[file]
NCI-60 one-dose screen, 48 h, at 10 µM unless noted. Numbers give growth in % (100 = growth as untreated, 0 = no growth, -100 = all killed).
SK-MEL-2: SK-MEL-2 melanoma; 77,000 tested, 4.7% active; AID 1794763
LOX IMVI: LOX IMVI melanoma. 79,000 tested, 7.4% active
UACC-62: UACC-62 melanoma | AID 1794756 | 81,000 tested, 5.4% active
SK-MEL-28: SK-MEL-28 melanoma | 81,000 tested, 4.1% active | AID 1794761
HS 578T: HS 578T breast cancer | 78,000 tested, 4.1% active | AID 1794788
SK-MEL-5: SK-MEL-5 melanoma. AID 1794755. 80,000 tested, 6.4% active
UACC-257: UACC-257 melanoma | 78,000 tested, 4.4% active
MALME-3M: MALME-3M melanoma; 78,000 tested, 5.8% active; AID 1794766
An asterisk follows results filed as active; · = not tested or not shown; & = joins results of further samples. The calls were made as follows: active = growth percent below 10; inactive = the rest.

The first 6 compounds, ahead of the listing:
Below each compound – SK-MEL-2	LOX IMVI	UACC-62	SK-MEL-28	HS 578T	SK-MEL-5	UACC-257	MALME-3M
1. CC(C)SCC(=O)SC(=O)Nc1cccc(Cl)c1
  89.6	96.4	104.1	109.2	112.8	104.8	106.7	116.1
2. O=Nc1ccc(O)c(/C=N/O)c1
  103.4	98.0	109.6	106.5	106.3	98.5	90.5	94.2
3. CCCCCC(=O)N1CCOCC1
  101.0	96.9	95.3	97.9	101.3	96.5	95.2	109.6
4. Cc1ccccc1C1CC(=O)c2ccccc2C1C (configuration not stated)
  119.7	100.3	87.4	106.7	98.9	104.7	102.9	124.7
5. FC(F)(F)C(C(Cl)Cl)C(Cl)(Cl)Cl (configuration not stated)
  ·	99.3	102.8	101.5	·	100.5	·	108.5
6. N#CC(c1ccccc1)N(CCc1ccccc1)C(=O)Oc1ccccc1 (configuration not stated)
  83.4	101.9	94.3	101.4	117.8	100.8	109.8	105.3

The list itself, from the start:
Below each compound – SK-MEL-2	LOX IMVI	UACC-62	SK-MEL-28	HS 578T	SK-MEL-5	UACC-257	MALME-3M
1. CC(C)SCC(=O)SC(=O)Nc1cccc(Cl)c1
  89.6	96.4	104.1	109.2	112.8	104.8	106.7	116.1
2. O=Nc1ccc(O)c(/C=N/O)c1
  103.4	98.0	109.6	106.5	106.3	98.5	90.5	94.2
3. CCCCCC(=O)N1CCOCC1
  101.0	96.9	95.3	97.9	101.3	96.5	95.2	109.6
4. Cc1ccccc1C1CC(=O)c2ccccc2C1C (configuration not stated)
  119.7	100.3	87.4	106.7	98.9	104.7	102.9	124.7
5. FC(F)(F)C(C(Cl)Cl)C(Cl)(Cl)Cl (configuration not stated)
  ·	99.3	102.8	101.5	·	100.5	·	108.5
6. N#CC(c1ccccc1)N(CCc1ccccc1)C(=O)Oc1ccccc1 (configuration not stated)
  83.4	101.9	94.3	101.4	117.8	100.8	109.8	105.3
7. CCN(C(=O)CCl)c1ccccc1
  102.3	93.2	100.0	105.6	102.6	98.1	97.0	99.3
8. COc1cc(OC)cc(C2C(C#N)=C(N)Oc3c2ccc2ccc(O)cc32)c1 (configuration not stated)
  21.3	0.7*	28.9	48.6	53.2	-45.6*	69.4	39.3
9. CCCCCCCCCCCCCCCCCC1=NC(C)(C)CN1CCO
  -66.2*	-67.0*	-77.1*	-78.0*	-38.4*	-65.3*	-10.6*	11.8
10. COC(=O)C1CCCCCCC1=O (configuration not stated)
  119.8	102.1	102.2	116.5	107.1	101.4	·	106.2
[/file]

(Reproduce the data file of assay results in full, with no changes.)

NCI-60 one-dose screen, 48 h, at 10 µM unless noted. Numbers give growth in % (100 = growth as untreated, 0 = no growth, -100 = all killed).
SK-MEL-2: SK-MEL-2 melanoma; 77,000 tested, 4.7% active; AID 1794763
LOX IMVI: LOX IMVI melanoma. 79,000 tested, 7.4% active
UACC-62: UACC-62 melanoma | AID 1794756 | 81,000 tested, 5.4% active
SK-MEL-28: SK-MEL-28 melanoma | 81,000 tested, 4.1% active | AID 1794761
HS 578T: HS 578T breast cancer | 78,000 tested, 4.1% active | AID 1794788
SK-MEL-5: SK-MEL-5 melanoma. AID 1794755. 80,000 tested, 6.4% active
UACC-257: UACC-257 melanoma | 78,000 tested, 4.4% active
MALME-3M: MALME-3M melanoma; 78,000 tested, 5.8% active; AID 1794766
An asterisk follows results filed as active; · = not tested or not shown; & = joins results of further samples. The calls were made as follows: active = growth percent below 10; inactive = the rest.

The first 6 compounds, ahead of the listing:
Below each compound – SK-MEL-2	LOX IMVI	UACC-62	SK-MEL-28	HS 578T	SK-MEL-5	UACC-257	MALME-3M
1. CC(C)SCC(=O)SC(=O)Nc1cccc(Cl)c1
  89.6	96.4	104.1	109.2	112.8	104.8	106.7	116.1
2. O=Nc1ccc(O)c(/C=N/O)c1
  103.4	98.0	109.6	106.5	106.3	98.5	90.5	94.2
3. CCCCCC(=O)N1CCOCC1
  101.0	96.9	95.3	97.9	101.3	96.5	95.2	109.6
4. Cc1ccccc1C1CC(=O)c2ccccc2C1C (configuration not stated)
  119.7	100.3	87.4	106.7	98.9	104.7	102.9	124.7
5. FC(F)(F)C(C(Cl)Cl)C(Cl)(Cl)Cl (configuration not stated)
  ·	99.3	102.8	101.5	·	100.5	·	108.5
6. N#CC(c1ccccc1)N(CCc1ccccc1)C(=O)Oc1ccccc1 (configuration not stated)
  83.4	101.9	94.3	101.4	117.8	100.8	109.8	105.3

The list itself, from the start:
Below each compound – SK-MEL-2	LOX IMVI	UACC-62	SK-MEL-28	HS 578T	SK-MEL-5	UACC-257	MALME-3M
1. CC(C)SCC(=O)SC(=O)Nc1cccc(Cl)c1
  89.6	96.4	104.1	109.2	112.8	104.8	106.7	116.1
2. O=Nc1ccc(O)c(/C=N/O)c1
  103.4	98.0	109.6	106.5	106.3	98.5	90.5	94.2
3. CCCCCC(=O)N1CCOCC1
  101.0	96.9	95.3	97.9	101.3	96.5	95.2	109.6
4. Cc1ccccc1C1CC(=O)c2ccccc2C1C (configuration not stated)
  119.7	100.3	87.4	106.7	98.9	104.7	102.9	124.7
5. FC(F)(F)C(C(Cl)Cl)C(Cl)(Cl)Cl (configuration not stated)
  ·	99.3	102.8	101.5	·	100.5	·	108.5
6. N#CC(c1ccccc1)N(CCc1ccccc1)C(=O)Oc1ccccc1 (configuration not stated)
  83.4	101.9	94.3	101.4	117.8	100.8	109.8	105.3
7. CCN(C(=O)CCl)c1ccccc1
  102.3	93.2	100.0	105.6	102.6	98.1	97.0	99.3
8. COc1cc(OC)cc(C2C(C#N)=C(N)Oc3c2ccc2ccc(O)cc32)c1 (configuration not stated)
  21.3	0.7*	28.9	48.6	53.2	-45.6*	69.4	39.3
9. CCCCCCCCCCCCCCCCCC1=NC(C)(C)CN1CCO
  -66.2*	-67.0*	-77.1*	-78.0*	-38.4*	-65.3*	-10.6*	11.8
10. COC(=O)C1CCCCCCC1=O (configuration not stated)
  119.8	102.1	102.2	116.5	107.1	101.4	·	106.2